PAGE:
On BBC Radio 4’s Today Programme today: me.

Back in London from updating the Wallpaper* City Guide Madrid, when the BBC sends me a message saying only “we’d like to talk to you about poshness”.

It turns out that one of the former members of the flagship ‘Today’ programme team on Radio 4, Steph McGovern, had said in an interview – in response to a question on the gender pay gap no less – that social class was an often ignored contributing factor to inequality in the work place.

So, their research team trawled the internet and came across a piece I’d written for The Spectator a couple of years ago headlined (by the editor) – “[James] Blunt Is Right. Being Posh In The Arts Is Career Suicide.” It is online here.

So it turns out that my debut on the Today programme is not for my travel writing, not for my forthcoming book The Bulls Of Pamplona (with chapters by John Hemingway, Ernest’s grandson, and Beatrice Welles, Orson’s daughter, and a forward by the Mayor), nor the book I am just prepping to research on wolf conservation, reintroduction and how they made us human just as we made them into dogs – provisionally titled The Land Of Wolves – but instead because I was sent to an expensive boarding school.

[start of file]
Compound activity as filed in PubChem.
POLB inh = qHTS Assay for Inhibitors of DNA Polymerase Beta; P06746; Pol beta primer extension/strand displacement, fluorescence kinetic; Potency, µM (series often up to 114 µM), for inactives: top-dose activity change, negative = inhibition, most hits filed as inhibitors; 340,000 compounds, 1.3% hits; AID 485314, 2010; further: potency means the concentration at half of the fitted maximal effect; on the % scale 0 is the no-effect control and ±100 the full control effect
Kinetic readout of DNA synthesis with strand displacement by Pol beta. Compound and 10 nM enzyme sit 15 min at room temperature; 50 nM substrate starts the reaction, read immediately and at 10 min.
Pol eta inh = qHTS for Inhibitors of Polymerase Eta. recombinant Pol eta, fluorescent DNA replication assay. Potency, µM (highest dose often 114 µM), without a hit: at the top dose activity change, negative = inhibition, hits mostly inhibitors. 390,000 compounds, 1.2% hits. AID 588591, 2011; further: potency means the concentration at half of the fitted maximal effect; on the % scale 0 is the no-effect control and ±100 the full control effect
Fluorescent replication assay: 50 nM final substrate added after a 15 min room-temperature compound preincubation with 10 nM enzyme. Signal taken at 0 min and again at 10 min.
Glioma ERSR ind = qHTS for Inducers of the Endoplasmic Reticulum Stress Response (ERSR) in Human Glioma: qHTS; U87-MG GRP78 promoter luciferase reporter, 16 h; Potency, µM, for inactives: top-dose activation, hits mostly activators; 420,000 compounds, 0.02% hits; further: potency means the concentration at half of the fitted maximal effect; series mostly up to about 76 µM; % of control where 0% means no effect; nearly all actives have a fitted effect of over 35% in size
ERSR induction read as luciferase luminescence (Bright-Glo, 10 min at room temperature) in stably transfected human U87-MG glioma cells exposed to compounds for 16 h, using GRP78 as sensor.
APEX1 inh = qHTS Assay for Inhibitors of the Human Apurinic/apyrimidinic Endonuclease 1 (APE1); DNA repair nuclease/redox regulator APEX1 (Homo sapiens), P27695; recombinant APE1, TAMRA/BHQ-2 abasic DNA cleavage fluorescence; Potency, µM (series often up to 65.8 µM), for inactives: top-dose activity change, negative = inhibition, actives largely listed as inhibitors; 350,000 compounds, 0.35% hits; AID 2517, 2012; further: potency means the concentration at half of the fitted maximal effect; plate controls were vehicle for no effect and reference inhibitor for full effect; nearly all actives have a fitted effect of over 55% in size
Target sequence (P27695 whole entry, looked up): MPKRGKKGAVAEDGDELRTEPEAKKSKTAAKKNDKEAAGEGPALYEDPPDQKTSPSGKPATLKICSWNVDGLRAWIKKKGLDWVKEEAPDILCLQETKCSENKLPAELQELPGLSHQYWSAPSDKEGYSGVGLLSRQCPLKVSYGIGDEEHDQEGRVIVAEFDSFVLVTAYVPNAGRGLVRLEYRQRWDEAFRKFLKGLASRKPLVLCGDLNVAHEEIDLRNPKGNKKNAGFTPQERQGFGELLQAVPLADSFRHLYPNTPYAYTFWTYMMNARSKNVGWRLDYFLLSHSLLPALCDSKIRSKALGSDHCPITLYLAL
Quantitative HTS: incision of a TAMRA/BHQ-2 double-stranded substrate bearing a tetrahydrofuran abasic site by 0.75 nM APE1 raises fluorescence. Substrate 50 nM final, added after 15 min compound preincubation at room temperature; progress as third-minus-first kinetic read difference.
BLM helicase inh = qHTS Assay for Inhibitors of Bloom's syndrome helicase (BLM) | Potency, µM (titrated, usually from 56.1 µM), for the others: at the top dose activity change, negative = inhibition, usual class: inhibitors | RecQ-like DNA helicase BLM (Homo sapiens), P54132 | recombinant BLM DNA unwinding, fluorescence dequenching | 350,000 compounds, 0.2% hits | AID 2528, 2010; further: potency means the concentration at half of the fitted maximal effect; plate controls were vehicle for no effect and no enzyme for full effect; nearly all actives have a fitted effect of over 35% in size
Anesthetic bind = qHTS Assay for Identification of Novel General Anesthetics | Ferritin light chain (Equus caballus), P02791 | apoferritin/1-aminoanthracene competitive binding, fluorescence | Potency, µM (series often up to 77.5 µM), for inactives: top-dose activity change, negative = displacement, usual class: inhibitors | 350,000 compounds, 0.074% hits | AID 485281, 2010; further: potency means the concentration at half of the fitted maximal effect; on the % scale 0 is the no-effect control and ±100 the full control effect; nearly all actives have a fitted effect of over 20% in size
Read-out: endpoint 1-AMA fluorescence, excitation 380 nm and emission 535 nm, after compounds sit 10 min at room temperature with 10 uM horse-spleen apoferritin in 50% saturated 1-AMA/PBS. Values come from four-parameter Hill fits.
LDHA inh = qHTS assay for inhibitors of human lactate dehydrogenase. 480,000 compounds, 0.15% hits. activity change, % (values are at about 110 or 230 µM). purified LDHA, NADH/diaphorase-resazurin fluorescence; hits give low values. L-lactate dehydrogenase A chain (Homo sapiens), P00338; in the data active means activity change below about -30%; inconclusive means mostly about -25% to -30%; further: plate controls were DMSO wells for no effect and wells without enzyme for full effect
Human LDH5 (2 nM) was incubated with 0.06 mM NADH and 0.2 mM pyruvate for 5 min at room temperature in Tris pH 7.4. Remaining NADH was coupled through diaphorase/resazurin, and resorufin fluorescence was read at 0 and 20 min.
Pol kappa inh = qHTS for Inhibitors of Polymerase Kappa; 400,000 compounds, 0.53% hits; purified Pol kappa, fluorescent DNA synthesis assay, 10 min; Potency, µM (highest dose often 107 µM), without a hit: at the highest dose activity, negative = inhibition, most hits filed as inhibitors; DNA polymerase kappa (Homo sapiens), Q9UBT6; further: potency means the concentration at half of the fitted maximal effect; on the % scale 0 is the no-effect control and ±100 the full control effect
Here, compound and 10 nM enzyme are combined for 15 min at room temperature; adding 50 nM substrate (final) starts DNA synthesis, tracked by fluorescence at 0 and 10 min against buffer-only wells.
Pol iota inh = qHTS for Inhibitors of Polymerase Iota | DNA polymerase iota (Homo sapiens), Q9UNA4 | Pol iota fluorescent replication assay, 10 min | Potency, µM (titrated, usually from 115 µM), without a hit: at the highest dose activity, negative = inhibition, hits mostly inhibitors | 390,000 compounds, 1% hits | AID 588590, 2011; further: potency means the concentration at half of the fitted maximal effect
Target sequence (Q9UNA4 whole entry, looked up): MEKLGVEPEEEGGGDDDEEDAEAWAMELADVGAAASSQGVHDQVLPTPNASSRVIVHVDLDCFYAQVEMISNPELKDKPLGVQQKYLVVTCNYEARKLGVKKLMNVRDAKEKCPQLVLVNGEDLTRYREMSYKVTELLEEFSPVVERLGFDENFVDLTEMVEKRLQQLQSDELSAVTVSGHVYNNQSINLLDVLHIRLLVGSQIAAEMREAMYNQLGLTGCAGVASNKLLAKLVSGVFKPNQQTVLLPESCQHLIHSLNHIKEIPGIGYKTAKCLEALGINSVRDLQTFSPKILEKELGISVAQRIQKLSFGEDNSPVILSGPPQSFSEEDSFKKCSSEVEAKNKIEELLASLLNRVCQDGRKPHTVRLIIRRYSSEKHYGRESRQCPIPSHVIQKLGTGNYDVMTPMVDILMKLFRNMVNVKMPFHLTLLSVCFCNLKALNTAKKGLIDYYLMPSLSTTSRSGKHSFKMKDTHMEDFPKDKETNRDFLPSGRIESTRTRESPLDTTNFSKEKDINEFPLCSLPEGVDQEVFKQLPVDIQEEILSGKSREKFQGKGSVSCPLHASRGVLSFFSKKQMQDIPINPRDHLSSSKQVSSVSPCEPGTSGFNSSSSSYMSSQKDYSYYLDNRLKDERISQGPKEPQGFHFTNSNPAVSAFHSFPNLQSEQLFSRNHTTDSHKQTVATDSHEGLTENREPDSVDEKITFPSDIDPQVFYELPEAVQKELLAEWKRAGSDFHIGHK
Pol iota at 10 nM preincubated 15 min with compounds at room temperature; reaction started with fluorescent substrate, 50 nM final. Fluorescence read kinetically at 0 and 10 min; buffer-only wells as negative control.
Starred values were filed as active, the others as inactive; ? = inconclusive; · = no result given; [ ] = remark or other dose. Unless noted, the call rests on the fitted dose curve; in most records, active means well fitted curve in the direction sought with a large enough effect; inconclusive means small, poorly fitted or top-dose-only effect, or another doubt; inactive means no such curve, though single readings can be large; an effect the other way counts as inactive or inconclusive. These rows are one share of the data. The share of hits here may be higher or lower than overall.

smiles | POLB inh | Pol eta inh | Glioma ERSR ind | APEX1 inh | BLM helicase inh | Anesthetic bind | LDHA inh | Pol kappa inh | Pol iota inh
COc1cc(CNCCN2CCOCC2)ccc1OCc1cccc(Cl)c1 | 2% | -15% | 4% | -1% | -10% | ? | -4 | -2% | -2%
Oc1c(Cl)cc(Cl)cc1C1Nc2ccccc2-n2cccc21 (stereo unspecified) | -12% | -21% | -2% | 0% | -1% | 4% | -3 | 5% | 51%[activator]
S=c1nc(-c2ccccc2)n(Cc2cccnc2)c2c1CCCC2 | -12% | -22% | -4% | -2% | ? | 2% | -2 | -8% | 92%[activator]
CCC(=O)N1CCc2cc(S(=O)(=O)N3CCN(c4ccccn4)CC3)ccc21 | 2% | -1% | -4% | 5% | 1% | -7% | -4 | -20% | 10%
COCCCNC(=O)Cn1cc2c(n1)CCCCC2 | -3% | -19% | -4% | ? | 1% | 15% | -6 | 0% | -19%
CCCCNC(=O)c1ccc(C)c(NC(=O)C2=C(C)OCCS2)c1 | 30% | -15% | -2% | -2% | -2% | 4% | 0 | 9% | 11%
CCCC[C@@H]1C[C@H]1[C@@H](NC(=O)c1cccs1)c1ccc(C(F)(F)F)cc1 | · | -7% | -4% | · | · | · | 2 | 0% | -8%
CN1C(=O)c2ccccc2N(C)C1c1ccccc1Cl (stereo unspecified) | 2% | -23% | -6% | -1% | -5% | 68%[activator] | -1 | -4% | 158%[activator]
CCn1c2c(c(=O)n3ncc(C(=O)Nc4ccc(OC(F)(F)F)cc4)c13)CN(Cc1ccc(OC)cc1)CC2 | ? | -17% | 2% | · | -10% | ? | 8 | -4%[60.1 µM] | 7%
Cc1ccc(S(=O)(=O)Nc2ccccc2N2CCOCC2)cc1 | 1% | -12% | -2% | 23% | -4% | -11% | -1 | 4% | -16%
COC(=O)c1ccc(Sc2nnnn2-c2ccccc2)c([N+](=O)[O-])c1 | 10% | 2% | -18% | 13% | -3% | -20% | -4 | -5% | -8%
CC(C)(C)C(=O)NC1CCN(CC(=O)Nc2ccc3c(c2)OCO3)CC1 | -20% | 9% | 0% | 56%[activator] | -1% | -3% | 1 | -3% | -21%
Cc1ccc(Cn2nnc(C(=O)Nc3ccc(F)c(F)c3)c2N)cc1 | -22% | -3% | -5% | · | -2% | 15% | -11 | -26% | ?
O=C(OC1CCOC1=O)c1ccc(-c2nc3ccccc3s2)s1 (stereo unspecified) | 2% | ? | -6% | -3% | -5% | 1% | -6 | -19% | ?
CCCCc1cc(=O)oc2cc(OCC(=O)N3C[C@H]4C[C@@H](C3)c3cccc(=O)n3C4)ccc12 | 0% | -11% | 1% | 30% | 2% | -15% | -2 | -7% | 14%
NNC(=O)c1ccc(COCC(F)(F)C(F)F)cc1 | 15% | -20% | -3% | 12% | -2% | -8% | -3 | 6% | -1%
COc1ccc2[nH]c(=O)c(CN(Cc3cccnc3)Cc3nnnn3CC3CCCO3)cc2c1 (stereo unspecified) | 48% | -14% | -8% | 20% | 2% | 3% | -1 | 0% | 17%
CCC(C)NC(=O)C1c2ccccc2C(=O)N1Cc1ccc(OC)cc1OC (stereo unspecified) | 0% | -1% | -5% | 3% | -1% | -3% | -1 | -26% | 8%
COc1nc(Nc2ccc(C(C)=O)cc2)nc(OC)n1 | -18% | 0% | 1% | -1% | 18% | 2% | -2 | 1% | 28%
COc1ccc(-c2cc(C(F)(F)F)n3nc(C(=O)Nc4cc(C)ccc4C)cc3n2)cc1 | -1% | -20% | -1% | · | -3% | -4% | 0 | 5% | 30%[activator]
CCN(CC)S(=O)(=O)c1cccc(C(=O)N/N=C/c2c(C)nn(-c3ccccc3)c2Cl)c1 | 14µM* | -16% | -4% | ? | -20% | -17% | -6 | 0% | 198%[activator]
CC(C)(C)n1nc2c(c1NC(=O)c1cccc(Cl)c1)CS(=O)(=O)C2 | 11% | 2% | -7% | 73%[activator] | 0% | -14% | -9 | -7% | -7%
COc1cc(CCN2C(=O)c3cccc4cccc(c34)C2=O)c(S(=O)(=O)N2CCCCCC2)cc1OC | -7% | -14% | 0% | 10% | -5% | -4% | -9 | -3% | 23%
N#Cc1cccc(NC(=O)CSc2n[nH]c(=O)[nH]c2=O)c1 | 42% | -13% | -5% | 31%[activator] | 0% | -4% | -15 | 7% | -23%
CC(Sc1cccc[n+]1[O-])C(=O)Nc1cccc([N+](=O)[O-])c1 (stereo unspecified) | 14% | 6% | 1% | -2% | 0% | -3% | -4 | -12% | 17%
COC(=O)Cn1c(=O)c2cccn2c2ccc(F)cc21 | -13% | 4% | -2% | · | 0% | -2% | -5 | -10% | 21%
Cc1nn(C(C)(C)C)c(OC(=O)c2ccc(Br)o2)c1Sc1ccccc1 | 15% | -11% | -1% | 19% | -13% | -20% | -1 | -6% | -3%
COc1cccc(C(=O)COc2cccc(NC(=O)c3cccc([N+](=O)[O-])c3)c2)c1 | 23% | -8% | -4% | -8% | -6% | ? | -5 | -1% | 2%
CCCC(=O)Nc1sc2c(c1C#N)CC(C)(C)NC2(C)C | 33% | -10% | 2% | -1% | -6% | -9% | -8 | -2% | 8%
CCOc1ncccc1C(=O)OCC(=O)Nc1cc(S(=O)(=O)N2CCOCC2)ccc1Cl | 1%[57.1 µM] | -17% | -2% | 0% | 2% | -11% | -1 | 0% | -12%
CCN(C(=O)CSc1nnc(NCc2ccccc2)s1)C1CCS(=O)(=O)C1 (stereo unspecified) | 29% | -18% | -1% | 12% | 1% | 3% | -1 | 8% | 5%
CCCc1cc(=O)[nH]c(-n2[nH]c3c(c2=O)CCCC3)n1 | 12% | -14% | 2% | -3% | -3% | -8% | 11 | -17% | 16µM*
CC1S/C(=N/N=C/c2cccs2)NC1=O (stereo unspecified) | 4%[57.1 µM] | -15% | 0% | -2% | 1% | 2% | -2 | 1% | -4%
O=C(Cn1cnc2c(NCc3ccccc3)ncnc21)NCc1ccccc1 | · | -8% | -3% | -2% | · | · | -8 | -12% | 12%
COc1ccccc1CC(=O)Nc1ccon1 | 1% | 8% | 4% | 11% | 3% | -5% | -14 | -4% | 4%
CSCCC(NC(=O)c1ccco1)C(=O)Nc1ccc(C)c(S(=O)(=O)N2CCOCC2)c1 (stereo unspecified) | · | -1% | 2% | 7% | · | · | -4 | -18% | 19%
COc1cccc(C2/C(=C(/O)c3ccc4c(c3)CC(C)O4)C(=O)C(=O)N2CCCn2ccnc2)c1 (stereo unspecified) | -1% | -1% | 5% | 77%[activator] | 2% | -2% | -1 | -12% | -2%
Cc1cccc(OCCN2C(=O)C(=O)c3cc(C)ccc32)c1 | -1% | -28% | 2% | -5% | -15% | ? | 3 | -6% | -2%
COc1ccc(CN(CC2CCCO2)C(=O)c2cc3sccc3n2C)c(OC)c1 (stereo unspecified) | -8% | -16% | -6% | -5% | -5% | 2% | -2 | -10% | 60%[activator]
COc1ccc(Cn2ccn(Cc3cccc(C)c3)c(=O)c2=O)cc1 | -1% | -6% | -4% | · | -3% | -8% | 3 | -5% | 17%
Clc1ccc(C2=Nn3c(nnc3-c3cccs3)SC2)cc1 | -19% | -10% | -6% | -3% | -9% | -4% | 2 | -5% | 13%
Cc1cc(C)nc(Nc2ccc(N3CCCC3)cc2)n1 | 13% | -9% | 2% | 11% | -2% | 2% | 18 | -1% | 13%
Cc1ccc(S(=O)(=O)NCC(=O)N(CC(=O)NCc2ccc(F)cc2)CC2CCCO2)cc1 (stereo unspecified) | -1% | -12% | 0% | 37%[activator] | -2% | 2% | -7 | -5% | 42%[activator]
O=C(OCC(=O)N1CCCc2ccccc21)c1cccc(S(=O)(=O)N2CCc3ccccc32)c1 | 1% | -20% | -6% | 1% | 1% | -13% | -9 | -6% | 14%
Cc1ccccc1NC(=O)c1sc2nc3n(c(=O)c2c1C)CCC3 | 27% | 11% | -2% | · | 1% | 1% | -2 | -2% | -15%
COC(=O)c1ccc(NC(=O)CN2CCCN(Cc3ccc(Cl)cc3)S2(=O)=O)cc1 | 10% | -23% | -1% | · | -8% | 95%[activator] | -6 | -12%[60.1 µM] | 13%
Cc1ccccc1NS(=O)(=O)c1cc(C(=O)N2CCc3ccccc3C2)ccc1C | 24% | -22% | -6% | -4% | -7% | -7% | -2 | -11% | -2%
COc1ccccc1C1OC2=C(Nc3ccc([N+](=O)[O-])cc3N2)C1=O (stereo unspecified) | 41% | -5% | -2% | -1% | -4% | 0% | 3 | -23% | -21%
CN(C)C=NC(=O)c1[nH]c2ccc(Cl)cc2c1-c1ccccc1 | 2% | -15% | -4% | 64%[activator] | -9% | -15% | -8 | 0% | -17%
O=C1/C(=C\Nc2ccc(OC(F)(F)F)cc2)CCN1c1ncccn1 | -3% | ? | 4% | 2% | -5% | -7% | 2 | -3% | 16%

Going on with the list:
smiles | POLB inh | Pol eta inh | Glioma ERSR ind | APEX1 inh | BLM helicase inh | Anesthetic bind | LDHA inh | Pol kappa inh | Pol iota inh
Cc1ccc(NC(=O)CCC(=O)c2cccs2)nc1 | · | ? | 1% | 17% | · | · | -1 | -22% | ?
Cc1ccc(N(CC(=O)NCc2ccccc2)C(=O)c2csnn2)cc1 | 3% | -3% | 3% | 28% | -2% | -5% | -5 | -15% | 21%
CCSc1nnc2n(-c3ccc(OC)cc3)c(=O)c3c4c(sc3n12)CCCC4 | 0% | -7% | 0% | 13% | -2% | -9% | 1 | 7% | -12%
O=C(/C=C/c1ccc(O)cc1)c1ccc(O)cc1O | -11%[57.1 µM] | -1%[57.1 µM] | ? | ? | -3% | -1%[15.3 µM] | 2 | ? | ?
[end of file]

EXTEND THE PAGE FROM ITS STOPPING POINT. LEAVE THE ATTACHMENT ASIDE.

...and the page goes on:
Oh well. The one thing I can say without reservation is that what Ms McGovern’s complaints are, with a six figure salary at 35, she is certainly being paid more than this Old Etonian freelancer at 41. For this interview, I don’t get a dime. (At least they’re sending a car.)

Anyway, in case anyone is interested, below is my most recent interview – and product placement – on the wolf project. Already been out to the last great virgin forest in Romania, and to revisit Paul Lister’s reintroduction site in the Scottish Highlands with the great biologist Prof. Doug Smith, next stop the site of Doug’s own reintroduction, Yellowstone Park…

Alexander Fiske-Harrison

@fiskeharrison

SPOKEsman // Alexander Fiske-Harrison: Always carry a blade…

 

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THE LAST ARENA: Iván Fandiño: We Who Are About To Die Salute You…

Death closes all: but something ere the end,
Some work of noble note, may yet be done,
Not unbecoming men that strove with Gods.

(from Tennyson’s Ulysses)